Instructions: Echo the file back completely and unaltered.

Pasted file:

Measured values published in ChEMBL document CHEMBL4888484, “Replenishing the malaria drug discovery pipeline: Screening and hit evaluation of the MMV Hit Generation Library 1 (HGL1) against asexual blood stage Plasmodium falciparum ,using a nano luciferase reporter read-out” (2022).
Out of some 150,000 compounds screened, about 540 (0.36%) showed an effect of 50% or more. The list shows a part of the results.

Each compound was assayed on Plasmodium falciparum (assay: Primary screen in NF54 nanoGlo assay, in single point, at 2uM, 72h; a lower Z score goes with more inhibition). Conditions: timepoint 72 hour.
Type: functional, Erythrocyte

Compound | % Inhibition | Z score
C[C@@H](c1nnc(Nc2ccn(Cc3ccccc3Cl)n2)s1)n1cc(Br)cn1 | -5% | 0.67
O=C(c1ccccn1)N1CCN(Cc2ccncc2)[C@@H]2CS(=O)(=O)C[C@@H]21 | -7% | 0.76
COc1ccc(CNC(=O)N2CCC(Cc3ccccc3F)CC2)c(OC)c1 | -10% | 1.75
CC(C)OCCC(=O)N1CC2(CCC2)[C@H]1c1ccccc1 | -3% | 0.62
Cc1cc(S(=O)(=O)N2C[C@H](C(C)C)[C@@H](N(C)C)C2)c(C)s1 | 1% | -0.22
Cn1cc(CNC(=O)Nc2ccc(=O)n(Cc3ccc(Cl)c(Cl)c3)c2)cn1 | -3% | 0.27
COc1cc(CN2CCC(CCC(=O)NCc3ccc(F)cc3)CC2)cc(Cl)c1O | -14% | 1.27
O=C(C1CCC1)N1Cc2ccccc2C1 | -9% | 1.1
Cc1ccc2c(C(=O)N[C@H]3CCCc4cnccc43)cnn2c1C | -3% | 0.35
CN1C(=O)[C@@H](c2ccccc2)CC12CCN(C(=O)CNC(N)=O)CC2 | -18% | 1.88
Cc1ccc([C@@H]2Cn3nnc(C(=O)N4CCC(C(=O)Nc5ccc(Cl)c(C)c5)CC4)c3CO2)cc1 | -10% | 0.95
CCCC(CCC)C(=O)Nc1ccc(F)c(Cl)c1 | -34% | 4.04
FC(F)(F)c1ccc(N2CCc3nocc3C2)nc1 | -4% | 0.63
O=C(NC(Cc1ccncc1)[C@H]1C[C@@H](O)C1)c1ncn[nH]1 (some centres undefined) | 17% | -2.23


Measured values published in ChEMBL document CHEMBL4888484, “Replenishing the malaria drug discovery pipeline: Screening and hit evaluation of the MMV Hit Generation Library 1 (HGL1) against asexual blood stage Plasmodium falciparum ,using a nano luciferase reporter read-out” (2022).
Out of some 150,000 compounds screened, about 540 (0.36%) showed an effect of 50% or more. The list shows a part of the results.

Each compound was assayed on Plasmodium falciparum (assay: Primary screen in NF54 nanoGlo assay, in single point, at 2uM, 72h; a lower Z score goes with more inhibition). Conditions: timepoint 72 hour.
Type: functional, Erythrocyte

Compound | % Inhibition | Z score
C[C@@H](c1nnc(Nc2ccn(Cc3ccccc3Cl)n2)s1)n1cc(Br)cn1 | -5% | 0.67
O=C(c1ccccn1)N1CCN(Cc2ccncc2)[C@@H]2CS(=O)(=O)C[C@@H]21 | -7% | 0.76
COc1ccc(CNC(=O)N2CCC(Cc3ccccc3F)CC2)c(OC)c1 | -10% | 1.75
CC(C)OCCC(=O)N1CC2(CCC2)[C@H]1c1ccccc1 | -3% | 0.62
Cc1cc(S(=O)(=O)N2C[C@H](C(C)C)[C@@H](N(C)C)C2)c(C)s1 | 1% | -0.22
Cn1cc(CNC(=O)Nc2ccc(=O)n(Cc3ccc(Cl)c(Cl)c3)c2)cn1 | -3% | 0.27
COc1cc(CN2CCC(CCC(=O)NCc3ccc(F)cc3)CC2)cc(Cl)c1O | -14% | 1.27
O=C(C1CCC1)N1Cc2ccccc2C1 | -9% | 1.1
Cc1ccc2c(C(=O)N[C@H]3CCCc4cnccc43)cnn2c1C | -3% | 0.35
CN1C(=O)[C@@H](c2ccccc2)CC12CCN(C(=O)CNC(N)=O)CC2 | -18% | 1.88
Cc1ccc([C@@H]2Cn3nnc(C(=O)N4CCC(C(=O)Nc5ccc(Cl)c(C)c5)CC4)c3CO2)cc1 | -10% | 0.95
CCCC(CCC)C(=O)Nc1ccc(F)c(Cl)c1 | -34% | 4.04
FC(F)(F)c1ccc(N2CCc3nocc3C2)nc1 | -4% | 0.63
O=C(NC(Cc1ccncc1)[C@H]1C[C@@H](O)C1)c1ncn[nH]1 (some centres undefined) | 17% | -2.23